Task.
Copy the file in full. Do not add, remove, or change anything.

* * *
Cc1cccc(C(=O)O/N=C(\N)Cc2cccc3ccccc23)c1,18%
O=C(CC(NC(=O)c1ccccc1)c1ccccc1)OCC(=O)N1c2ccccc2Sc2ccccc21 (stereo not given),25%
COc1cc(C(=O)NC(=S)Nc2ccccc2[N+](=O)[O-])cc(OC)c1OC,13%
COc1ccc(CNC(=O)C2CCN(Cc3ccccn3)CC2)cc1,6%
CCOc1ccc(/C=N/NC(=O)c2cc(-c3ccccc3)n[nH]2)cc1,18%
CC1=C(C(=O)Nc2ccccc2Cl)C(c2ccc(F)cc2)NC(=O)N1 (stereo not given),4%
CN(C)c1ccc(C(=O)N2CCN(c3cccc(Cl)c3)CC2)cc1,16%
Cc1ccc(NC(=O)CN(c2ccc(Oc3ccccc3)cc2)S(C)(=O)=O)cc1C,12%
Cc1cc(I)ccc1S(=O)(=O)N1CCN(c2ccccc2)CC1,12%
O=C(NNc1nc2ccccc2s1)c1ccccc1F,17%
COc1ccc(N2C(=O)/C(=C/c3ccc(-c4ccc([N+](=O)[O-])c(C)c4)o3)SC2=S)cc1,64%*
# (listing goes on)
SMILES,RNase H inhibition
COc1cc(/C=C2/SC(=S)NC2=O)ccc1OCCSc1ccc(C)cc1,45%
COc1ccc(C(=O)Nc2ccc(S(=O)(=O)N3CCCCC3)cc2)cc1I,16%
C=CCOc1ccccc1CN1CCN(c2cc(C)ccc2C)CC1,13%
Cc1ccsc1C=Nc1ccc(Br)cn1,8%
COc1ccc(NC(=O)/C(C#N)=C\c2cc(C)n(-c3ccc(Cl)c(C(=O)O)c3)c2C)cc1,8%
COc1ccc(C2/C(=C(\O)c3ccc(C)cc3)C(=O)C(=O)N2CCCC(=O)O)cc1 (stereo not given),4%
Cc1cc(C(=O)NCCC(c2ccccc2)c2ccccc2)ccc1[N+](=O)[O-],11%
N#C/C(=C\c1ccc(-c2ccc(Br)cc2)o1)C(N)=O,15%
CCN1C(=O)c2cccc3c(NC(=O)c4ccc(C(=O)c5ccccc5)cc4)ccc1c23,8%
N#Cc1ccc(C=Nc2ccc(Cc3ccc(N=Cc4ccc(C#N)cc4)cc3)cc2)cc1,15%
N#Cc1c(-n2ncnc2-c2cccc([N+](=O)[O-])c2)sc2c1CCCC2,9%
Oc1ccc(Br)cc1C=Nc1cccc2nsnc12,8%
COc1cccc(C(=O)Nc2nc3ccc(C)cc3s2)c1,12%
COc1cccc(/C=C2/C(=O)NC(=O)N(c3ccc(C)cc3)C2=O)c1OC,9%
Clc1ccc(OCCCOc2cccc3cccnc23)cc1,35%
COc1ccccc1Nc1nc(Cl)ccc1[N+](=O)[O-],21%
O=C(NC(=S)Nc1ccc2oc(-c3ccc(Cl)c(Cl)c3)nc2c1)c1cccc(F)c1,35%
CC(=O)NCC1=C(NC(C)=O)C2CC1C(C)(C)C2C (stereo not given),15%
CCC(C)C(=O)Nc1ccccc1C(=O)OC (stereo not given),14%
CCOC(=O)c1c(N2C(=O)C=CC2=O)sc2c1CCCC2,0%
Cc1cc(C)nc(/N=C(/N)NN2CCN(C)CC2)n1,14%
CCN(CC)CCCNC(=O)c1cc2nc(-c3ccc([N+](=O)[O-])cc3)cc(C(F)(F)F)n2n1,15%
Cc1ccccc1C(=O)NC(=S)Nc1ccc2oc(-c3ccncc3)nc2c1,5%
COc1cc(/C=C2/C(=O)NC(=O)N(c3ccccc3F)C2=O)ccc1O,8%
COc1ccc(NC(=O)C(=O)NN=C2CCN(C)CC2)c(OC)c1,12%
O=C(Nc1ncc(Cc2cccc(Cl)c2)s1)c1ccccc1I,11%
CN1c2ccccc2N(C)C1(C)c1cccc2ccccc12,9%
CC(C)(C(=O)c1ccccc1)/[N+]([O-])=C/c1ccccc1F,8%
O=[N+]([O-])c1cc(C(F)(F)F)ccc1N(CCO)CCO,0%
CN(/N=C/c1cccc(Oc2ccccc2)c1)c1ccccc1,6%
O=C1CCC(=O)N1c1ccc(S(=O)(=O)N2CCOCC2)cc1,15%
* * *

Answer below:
Cc1cccc(C(=O)O/N=C(\N)Cc2cccc3ccccc23)c1,18%
O=C(CC(NC(=O)c1ccccc1)c1ccccc1)OCC(=O)N1c2ccccc2Sc2ccccc21 (stereo not given),25%
COc1cc(C(=O)NC(=S)Nc2ccccc2[N+](=O)[O-])cc(OC)c1OC,13%
COc1ccc(CNC(=O)C2CCN(Cc3ccccn3)CC2)cc1,6%
CCOc1ccc(/C=N/NC(=O)c2cc(-c3ccccc3)n[nH]2)cc1,18%
CC1=C(C(=O)Nc2ccccc2Cl)C(c2ccc(F)cc2)NC(=O)N1 (stereo not given),4%
CN(C)c1ccc(C(=O)N2CCN(c3cccc(Cl)c3)CC2)cc1,16%
Cc1ccc(NC(=O)CN(c2ccc(Oc3ccccc3)cc2)S(C)(=O)=O)cc1C,12%
Cc1cc(I)ccc1S(=O)(=O)N1CCN(c2ccccc2)CC1,12%
O=C(NNc1nc2ccccc2s1)c1ccccc1F,17%
COc1ccc(N2C(=O)/C(=C/c3ccc(-c4ccc([N+](=O)[O-])c(C)c4)o3)SC2=S)cc1,64%*
# (listing goes on)
SMILES,RNase H inhibition
COc1cc(/C=C2/SC(=S)NC2=O)ccc1OCCSc1ccc(C)cc1,45%
COc1ccc(C(=O)Nc2ccc(S(=O)(=O)N3CCCCC3)cc2)cc1I,16%
C=CCOc1ccccc1CN1CCN(c2cc(C)ccc2C)CC1,13%
Cc1ccsc1C=Nc1ccc(Br)cn1,8%
COc1ccc(NC(=O)/C(C#N)=C\c2cc(C)n(-c3ccc(Cl)c(C(=O)O)c3)c2C)cc1,8%
COc1ccc(C2/C(=C(\O)c3ccc(C)cc3)C(=O)C(=O)N2CCCC(=O)O)cc1 (stereo not given),4%
Cc1cc(C(=O)NCCC(c2ccccc2)c2ccccc2)ccc1[N+](=O)[O-],11%
N#C/C(=C\c1ccc(-c2ccc(Br)cc2)o1)C(N)=O,15%
CCN1C(=O)c2cccc3c(NC(=O)c4ccc(C(=O)c5ccccc5)cc4)ccc1c23,8%
N#Cc1ccc(C=Nc2ccc(Cc3ccc(N=Cc4ccc(C#N)cc4)cc3)cc2)cc1,15%
N#Cc1c(-n2ncnc2-c2cccc([N+](=O)[O-])c2)sc2c1CCCC2,9%
Oc1ccc(Br)cc1C=Nc1cccc2nsnc12,8%
COc1cccc(C(=O)Nc2nc3ccc(C)cc3s2)c1,12%
COc1cccc(/C=C2/C(=O)NC(=O)N(c3ccc(C)cc3)C2=O)c1OC,9%
Clc1ccc(OCCCOc2cccc3cccnc23)cc1,35%
COc1ccccc1Nc1nc(Cl)ccc1[N+](=O)[O-],21%
O=C(NC(=S)Nc1ccc2oc(-c3ccc(Cl)c(Cl)c3)nc2c1)c1cccc(F)c1,35%
CC(=O)NCC1=C(NC(C)=O)C2CC1C(C)(C)C2C (stereo not given),15%
CCC(C)C(=O)Nc1ccccc1C(=O)OC (stereo not given),14%
CCOC(=O)c1c(N2C(=O)C=CC2=O)sc2c1CCCC2,0%
Cc1cc(C)nc(/N=C(/N)NN2CCN(C)CC2)n1,14%
CCN(CC)CCCNC(=O)c1cc2nc(-c3ccc([N+](=O)[O-])cc3)cc(C(F)(F)F)n2n1,15%
Cc1ccccc1C(=O)NC(=S)Nc1ccc2oc(-c3ccncc3)nc2c1,5%
COc1cc(/C=C2/C(=O)NC(=O)N(c3ccccc3F)C2=O)ccc1O,8%
COc1ccc(NC(=O)C(=O)NN=C2CCN(C)CC2)c(OC)c1,12%
O=C(Nc1ncc(Cc2cccc(Cl)c2)s1)c1ccccc1I,11%
CN1c2ccccc2N(C)C1(C)c1cccc2ccccc12,9%
CC(C)(C(=O)c1ccccc1)/[N+]([O-])=C/c1ccccc1F,8%
O=[N+]([O-])c1cc(C(F)(F)F)ccc1N(CCO)CCO,0%
CN(/N=C/c1cccc(Oc2ccccc2)c1)c1ccccc1,6%
O=C1CCC(=O)N1c1ccc(S(=O)(=O)N2CCOCC2)cc1,15%